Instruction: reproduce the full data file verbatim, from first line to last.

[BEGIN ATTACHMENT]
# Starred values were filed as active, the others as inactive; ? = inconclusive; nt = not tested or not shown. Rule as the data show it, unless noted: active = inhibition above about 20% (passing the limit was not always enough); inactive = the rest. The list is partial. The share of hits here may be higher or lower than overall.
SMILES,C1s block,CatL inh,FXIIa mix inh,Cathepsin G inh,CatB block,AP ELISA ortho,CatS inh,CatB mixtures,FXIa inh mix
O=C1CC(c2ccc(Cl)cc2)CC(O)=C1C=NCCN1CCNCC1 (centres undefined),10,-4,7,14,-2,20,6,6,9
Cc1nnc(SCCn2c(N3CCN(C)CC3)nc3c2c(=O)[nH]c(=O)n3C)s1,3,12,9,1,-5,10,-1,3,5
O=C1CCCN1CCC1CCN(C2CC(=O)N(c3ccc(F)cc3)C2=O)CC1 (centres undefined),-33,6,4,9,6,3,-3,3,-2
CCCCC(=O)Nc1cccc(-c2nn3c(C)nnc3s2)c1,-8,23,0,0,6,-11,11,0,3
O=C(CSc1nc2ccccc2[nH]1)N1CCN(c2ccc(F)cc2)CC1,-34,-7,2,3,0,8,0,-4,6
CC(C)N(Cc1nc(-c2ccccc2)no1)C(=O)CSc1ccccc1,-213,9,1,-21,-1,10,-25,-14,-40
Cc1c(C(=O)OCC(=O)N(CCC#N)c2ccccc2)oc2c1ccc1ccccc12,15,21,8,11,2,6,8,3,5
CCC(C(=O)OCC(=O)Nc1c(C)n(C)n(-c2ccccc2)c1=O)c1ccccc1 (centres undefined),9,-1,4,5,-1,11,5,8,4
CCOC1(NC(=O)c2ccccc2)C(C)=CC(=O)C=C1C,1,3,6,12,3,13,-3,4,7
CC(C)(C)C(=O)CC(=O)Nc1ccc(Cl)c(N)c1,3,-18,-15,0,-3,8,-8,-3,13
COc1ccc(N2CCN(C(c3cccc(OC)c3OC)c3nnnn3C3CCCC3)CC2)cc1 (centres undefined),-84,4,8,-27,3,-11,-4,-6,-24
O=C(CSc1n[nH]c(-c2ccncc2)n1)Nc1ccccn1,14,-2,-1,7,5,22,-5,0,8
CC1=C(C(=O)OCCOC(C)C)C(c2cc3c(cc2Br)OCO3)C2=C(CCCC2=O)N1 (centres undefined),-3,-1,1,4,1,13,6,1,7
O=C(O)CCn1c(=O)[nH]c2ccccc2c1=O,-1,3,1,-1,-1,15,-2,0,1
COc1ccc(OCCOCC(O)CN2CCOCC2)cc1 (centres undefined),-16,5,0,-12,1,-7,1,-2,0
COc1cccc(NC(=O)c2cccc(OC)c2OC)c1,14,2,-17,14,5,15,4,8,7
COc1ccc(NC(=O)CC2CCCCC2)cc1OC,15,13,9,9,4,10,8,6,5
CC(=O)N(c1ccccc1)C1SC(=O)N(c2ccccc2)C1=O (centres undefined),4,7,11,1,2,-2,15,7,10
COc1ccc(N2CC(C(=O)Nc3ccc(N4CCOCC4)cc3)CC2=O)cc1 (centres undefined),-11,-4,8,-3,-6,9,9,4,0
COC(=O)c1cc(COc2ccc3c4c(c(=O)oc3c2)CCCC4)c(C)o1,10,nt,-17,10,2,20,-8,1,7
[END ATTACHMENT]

# Starred values were filed as active, the others as inactive; ? = inconclusive; nt = not tested or not shown. Rule as the data show it, unless noted: active = inhibition above about 20% (passing the limit was not always enough); inactive = the rest. The list is partial. The share of hits here may be higher or lower than overall.
SMILES,C1s block,CatL inh,FXIIa mix inh,Cathepsin G inh,CatB block,AP ELISA ortho,CatS inh,CatB mixtures,FXIa inh mix
O=C1CC(c2ccc(Cl)cc2)CC(O)=C1C=NCCN1CCNCC1 (centres undefined),10,-4,7,14,-2,20,6,6,9
Cc1nnc(SCCn2c(N3CCN(C)CC3)nc3c2c(=O)[nH]c(=O)n3C)s1,3,12,9,1,-5,10,-1,3,5
O=C1CCCN1CCC1CCN(C2CC(=O)N(c3ccc(F)cc3)C2=O)CC1 (centres undefined),-33,6,4,9,6,3,-3,3,-2
CCCCC(=O)Nc1cccc(-c2nn3c(C)nnc3s2)c1,-8,23,0,0,6,-11,11,0,3
O=C(CSc1nc2ccccc2[nH]1)N1CCN(c2ccc(F)cc2)CC1,-34,-7,2,3,0,8,0,-4,6
CC(C)N(Cc1nc(-c2ccccc2)no1)C(=O)CSc1ccccc1,-213,9,1,-21,-1,10,-25,-14,-40
Cc1c(C(=O)OCC(=O)N(CCC#N)c2ccccc2)oc2c1ccc1ccccc12,15,21,8,11,2,6,8,3,5
CCC(C(=O)OCC(=O)Nc1c(C)n(C)n(-c2ccccc2)c1=O)c1ccccc1 (centres undefined),9,-1,4,5,-1,11,5,8,4
CCOC1(NC(=O)c2ccccc2)C(C)=CC(=O)C=C1C,1,3,6,12,3,13,-3,4,7
CC(C)(C)C(=O)CC(=O)Nc1ccc(Cl)c(N)c1,3,-18,-15,0,-3,8,-8,-3,13
COc1ccc(N2CCN(C(c3cccc(OC)c3OC)c3nnnn3C3CCCC3)CC2)cc1 (centres undefined),-84,4,8,-27,3,-11,-4,-6,-24
O=C(CSc1n[nH]c(-c2ccncc2)n1)Nc1ccccn1,14,-2,-1,7,5,22,-5,0,8
CC1=C(C(=O)OCCOC(C)C)C(c2cc3c(cc2Br)OCO3)C2=C(CCCC2=O)N1 (centres undefined),-3,-1,1,4,1,13,6,1,7
O=C(O)CCn1c(=O)[nH]c2ccccc2c1=O,-1,3,1,-1,-1,15,-2,0,1
COc1ccc(OCCOCC(O)CN2CCOCC2)cc1 (centres undefined),-16,5,0,-12,1,-7,1,-2,0
COc1cccc(NC(=O)c2cccc(OC)c2OC)c1,14,2,-17,14,5,15,4,8,7
COc1ccc(NC(=O)CC2CCCCC2)cc1OC,15,13,9,9,4,10,8,6,5
CC(=O)N(c1ccccc1)C1SC(=O)N(c2ccccc2)C1=O (centres undefined),4,7,11,1,2,-2,15,7,10
COc1ccc(N2CC(C(=O)Nc3ccc(N4CCOCC4)cc3)CC2=O)cc1 (centres undefined),-11,-4,8,-3,-6,9,9,4,0
COC(=O)c1cc(COc2ccc3c4c(c(=O)oc3c2)CCCC4)c(C)o1,10,nt,-17,10,2,20,-8,1,7